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The AAPG/Datapages Combined Publications Database

AAPG Bulletin


Volume: 66 (1982)

Issue: 5. (May)

First Page: 602

Last Page: 602

Title: Evolution of Offshore Seismic Exploration: ABSTRACT

Author(s): W. Harry Mayne

Article Type: Meeting abstract


True offshore seismic exploration had its inception in 1947. Although considerable work had been done prior to this in coastal estuaries, wetlands, and inland waterways, the methods used were adapted almost entirely from the conventional land operations.

The first tentative ventures into the real offshore environment indicated that radical departures from land procedures were required in the following areas: (1) cables and receivers, (2) positioning (surveying, navigation), and (3) seismic energy sources.

Leroy Paslay's continuous tow streamer cable and the replacement of the velocity-responsive geophones with pressure-sensitive hydrophones were significant early breakthroughs.

At first, line positions were determined by land-based optical surveying methods, and shot locations were marked with buoys placed by wire-line distance measurements or triangulation. As work progressed farther offshore, a number of radio location systems were adapted or developed to provide positioning without the need for marker buoys. The present satellite and inertial navigation systems and the projected development of the new Global Positioning System represent continuing developments in this area.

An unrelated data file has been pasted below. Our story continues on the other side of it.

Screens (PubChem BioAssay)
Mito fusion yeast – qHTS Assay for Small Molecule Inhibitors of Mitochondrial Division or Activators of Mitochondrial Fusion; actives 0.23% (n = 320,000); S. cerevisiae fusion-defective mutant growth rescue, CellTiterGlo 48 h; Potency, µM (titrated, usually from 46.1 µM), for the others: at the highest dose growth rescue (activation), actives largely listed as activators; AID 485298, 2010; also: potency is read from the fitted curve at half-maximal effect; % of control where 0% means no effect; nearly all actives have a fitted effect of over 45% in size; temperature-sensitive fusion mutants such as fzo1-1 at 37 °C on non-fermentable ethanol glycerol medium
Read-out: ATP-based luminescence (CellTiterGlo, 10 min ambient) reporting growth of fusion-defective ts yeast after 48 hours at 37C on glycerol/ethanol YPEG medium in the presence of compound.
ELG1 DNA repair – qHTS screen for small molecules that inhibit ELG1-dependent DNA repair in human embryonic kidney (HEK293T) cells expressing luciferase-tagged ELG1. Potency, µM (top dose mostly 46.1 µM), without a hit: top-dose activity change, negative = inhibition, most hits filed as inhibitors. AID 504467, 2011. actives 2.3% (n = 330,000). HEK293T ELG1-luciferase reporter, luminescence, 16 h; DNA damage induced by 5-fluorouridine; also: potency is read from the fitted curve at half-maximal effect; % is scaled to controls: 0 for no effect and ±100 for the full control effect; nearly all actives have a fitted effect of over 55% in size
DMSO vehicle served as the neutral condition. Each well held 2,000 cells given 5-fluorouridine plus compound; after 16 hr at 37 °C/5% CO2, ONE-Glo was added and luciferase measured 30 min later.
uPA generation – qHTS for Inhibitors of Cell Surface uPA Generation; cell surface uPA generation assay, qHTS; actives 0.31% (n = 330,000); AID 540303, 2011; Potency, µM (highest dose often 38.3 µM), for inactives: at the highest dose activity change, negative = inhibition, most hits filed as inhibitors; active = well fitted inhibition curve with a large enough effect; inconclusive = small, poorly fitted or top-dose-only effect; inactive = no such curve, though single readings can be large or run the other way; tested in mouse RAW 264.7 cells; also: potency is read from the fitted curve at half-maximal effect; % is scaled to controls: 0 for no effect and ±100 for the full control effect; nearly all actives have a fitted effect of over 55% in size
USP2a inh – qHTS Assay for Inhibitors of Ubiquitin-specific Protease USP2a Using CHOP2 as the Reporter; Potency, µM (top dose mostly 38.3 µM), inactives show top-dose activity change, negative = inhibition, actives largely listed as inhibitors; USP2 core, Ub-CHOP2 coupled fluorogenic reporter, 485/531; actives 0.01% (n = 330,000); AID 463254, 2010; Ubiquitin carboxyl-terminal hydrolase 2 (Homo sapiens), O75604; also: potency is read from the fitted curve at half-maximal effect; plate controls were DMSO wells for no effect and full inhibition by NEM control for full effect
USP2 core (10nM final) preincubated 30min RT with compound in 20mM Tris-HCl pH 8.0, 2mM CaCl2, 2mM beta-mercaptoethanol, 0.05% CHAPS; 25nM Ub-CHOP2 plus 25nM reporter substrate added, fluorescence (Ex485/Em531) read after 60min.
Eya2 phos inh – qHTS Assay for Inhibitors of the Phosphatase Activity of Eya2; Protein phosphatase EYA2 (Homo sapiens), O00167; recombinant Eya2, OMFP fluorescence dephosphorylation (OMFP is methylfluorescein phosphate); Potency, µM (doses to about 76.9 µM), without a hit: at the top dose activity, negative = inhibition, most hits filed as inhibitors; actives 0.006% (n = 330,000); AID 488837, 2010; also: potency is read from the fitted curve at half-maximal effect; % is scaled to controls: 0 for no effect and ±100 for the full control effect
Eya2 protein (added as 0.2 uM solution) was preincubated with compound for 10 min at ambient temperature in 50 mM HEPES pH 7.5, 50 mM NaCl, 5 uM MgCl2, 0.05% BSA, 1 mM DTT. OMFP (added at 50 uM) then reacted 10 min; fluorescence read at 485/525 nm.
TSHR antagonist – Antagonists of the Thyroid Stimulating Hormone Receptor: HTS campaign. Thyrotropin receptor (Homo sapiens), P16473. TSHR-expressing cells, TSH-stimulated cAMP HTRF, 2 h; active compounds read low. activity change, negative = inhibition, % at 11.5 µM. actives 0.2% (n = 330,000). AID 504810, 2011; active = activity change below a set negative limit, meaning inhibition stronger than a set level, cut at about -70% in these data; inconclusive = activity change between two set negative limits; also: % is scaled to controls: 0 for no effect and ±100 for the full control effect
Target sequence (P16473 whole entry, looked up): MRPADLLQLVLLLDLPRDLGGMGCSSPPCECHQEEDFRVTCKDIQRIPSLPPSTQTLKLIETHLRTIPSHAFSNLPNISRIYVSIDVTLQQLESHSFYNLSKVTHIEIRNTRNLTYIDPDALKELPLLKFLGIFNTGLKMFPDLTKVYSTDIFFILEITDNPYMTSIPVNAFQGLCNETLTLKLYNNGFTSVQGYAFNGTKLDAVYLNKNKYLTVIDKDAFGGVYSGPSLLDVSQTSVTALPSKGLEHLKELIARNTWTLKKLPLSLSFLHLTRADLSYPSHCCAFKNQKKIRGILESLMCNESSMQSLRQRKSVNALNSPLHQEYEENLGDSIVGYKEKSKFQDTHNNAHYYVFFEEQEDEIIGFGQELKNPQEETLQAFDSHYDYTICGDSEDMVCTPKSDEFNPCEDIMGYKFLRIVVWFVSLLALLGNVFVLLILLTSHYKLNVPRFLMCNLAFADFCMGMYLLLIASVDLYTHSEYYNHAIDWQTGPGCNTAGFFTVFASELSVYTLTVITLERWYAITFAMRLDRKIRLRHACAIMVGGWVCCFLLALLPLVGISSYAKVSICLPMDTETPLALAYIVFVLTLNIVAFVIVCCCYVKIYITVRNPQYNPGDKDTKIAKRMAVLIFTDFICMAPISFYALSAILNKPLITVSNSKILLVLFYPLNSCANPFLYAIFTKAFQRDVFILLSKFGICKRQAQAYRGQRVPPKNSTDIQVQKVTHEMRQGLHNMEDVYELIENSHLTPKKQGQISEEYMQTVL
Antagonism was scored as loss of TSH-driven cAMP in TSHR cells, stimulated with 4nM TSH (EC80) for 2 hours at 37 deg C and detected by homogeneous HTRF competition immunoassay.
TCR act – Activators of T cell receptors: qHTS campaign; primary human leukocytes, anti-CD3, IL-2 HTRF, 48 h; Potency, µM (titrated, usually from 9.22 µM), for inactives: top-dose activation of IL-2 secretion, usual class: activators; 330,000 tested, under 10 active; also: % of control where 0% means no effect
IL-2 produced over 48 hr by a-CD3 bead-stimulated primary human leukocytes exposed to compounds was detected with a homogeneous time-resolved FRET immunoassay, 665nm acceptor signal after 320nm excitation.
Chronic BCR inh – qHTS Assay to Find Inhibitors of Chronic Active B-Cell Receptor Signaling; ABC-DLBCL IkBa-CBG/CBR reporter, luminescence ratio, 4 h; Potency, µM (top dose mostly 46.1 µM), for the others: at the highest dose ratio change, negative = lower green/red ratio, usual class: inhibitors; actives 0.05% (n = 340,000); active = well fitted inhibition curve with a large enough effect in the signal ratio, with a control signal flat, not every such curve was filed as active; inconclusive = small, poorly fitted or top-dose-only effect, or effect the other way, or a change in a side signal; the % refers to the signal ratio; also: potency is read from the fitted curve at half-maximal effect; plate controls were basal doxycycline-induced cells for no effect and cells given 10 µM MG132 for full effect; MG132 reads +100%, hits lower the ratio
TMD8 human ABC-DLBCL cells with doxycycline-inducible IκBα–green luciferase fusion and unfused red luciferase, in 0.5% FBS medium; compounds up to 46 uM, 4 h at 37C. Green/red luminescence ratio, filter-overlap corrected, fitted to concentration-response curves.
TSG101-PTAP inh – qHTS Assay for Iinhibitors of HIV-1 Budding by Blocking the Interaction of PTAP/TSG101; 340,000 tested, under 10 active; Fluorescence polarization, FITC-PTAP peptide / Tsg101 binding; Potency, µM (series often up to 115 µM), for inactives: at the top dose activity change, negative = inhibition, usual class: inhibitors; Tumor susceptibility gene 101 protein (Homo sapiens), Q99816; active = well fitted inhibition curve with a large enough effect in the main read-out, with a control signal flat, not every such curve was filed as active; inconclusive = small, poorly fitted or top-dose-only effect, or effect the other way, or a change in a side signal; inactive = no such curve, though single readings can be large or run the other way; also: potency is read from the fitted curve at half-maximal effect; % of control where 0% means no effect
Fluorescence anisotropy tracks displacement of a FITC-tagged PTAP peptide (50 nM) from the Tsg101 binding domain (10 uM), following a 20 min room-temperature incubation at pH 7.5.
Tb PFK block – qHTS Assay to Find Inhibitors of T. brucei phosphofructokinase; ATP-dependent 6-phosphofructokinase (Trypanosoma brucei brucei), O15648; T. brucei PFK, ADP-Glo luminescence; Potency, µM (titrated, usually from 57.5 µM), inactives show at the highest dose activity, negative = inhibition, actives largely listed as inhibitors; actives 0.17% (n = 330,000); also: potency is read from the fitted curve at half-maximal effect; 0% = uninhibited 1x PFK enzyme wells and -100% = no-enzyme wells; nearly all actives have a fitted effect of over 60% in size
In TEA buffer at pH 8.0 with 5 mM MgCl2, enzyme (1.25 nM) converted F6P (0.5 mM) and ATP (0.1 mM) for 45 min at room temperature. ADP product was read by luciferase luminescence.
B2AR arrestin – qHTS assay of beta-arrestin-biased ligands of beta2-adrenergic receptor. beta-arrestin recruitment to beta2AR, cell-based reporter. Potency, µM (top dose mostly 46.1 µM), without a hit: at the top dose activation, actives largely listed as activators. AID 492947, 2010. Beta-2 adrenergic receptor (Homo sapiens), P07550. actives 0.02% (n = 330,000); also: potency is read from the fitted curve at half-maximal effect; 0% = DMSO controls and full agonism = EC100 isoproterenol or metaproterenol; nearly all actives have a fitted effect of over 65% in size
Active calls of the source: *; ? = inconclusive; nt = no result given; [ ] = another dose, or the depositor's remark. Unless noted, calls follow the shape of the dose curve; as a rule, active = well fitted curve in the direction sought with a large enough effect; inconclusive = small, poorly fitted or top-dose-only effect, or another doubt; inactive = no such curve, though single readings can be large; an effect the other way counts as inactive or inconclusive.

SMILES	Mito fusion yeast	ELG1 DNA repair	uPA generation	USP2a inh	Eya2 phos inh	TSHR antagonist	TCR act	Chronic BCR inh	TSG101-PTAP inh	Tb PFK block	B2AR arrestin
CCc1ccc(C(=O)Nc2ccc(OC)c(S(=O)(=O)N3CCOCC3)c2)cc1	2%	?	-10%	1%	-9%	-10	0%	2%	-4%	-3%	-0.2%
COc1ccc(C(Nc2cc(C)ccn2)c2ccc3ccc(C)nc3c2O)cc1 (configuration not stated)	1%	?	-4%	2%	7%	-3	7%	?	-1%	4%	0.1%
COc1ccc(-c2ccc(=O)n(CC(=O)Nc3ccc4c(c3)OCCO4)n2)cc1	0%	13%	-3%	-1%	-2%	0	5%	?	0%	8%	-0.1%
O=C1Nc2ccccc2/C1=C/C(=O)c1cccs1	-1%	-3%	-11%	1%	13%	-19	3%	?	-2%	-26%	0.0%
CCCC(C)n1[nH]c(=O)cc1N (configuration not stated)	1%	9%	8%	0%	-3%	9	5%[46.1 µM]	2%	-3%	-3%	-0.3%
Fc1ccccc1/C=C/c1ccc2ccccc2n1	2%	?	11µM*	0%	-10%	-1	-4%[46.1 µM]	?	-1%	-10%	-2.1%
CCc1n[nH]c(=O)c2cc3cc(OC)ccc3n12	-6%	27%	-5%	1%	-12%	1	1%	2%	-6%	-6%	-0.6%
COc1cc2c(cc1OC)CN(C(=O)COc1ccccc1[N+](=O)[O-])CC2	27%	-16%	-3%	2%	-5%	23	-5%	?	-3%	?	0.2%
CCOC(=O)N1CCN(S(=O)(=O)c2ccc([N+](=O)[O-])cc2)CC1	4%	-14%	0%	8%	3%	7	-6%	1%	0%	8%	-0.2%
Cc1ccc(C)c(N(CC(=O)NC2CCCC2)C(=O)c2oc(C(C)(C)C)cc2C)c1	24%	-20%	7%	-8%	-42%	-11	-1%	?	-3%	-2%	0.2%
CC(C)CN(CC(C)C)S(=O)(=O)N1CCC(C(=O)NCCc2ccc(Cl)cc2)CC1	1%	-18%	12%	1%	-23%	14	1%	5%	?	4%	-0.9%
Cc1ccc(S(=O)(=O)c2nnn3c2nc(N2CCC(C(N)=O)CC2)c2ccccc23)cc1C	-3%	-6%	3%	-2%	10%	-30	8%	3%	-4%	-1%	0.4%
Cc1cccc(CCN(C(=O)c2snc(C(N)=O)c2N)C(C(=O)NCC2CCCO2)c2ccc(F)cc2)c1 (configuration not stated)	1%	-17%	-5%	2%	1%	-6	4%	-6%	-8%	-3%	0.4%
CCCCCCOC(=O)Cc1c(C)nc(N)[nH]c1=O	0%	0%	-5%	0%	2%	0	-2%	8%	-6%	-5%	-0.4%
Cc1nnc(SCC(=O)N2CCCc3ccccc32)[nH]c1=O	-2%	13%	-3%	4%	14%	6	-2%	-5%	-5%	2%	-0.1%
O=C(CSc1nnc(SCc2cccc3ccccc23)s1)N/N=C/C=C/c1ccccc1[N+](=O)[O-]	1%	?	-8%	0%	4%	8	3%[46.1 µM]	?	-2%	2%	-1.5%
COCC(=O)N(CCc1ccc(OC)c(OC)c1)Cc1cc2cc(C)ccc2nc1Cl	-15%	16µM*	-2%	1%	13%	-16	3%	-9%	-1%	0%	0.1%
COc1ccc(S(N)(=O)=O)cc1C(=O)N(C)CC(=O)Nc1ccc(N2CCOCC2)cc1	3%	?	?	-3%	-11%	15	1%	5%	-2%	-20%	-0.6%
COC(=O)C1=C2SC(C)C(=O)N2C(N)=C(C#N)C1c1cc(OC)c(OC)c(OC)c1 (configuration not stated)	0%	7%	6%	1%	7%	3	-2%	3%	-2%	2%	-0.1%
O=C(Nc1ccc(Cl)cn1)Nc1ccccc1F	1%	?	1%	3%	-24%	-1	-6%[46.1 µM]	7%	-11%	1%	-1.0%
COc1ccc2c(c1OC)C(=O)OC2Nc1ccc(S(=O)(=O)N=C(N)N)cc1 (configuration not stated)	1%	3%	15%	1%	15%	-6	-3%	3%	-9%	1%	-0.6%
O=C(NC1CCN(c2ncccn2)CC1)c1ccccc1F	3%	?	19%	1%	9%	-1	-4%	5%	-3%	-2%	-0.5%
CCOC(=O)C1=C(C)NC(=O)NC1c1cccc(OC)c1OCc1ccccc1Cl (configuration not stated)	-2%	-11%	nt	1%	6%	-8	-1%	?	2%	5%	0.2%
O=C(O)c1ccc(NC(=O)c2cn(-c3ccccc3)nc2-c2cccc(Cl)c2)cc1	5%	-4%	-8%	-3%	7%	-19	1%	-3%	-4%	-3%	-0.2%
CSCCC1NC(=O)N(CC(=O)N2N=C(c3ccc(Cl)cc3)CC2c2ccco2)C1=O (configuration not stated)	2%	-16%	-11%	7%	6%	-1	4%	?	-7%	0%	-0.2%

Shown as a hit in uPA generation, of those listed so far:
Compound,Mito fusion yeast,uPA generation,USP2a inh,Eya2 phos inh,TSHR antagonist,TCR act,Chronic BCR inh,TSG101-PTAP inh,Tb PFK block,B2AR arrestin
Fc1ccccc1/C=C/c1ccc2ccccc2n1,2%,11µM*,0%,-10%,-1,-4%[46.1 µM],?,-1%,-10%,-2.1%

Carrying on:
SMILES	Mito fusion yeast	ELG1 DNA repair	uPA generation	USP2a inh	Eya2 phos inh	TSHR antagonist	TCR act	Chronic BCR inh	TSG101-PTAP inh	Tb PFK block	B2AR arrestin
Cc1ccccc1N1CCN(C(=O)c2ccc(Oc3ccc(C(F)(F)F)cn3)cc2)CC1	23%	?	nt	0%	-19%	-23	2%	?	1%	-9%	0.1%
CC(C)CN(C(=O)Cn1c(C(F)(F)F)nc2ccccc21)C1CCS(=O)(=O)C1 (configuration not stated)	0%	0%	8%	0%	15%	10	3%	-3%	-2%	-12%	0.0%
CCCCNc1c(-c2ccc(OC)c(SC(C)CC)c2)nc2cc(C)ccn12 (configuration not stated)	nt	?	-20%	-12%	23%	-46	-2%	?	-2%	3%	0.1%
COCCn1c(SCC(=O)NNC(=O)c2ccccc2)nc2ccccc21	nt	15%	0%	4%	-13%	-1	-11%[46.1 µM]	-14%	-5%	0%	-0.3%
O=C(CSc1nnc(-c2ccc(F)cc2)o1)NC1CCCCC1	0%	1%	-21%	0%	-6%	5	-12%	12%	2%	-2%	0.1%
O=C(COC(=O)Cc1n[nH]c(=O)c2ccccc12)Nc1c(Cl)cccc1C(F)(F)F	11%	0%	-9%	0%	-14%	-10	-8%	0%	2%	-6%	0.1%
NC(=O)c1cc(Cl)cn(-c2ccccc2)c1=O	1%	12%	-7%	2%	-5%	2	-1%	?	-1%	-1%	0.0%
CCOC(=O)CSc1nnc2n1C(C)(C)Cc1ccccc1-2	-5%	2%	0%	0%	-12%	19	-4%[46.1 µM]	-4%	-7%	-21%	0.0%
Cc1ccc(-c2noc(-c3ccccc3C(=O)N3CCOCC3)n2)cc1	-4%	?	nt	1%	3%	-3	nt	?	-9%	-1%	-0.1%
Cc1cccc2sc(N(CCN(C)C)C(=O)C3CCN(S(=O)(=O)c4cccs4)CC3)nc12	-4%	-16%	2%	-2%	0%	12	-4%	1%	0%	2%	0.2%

Dynamite and other chemical explosives were exclusively used as seismic sources for a number of years despite their many disadvantages. Development of suitable non-dynamite energy sources was mandated by the advent of the common reflection point method, and the Lamont-type Previous HitairNext Hit Previous HitgunNext Hit has become the most popular present-day source.

Concurrently, the vessels used were progressively upgraded from converted shrimp boats to surplus Previous HitairTop-sea rescue vessels and then to the currently popular 165 ft mud boats.

Individually, these developments may appear to be only evolutionary. In the aggregate, however, they represent a major revolution when compared to our first timid ventures of the late 40s.

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Copyright 1997 American Association of Petroleum Geologists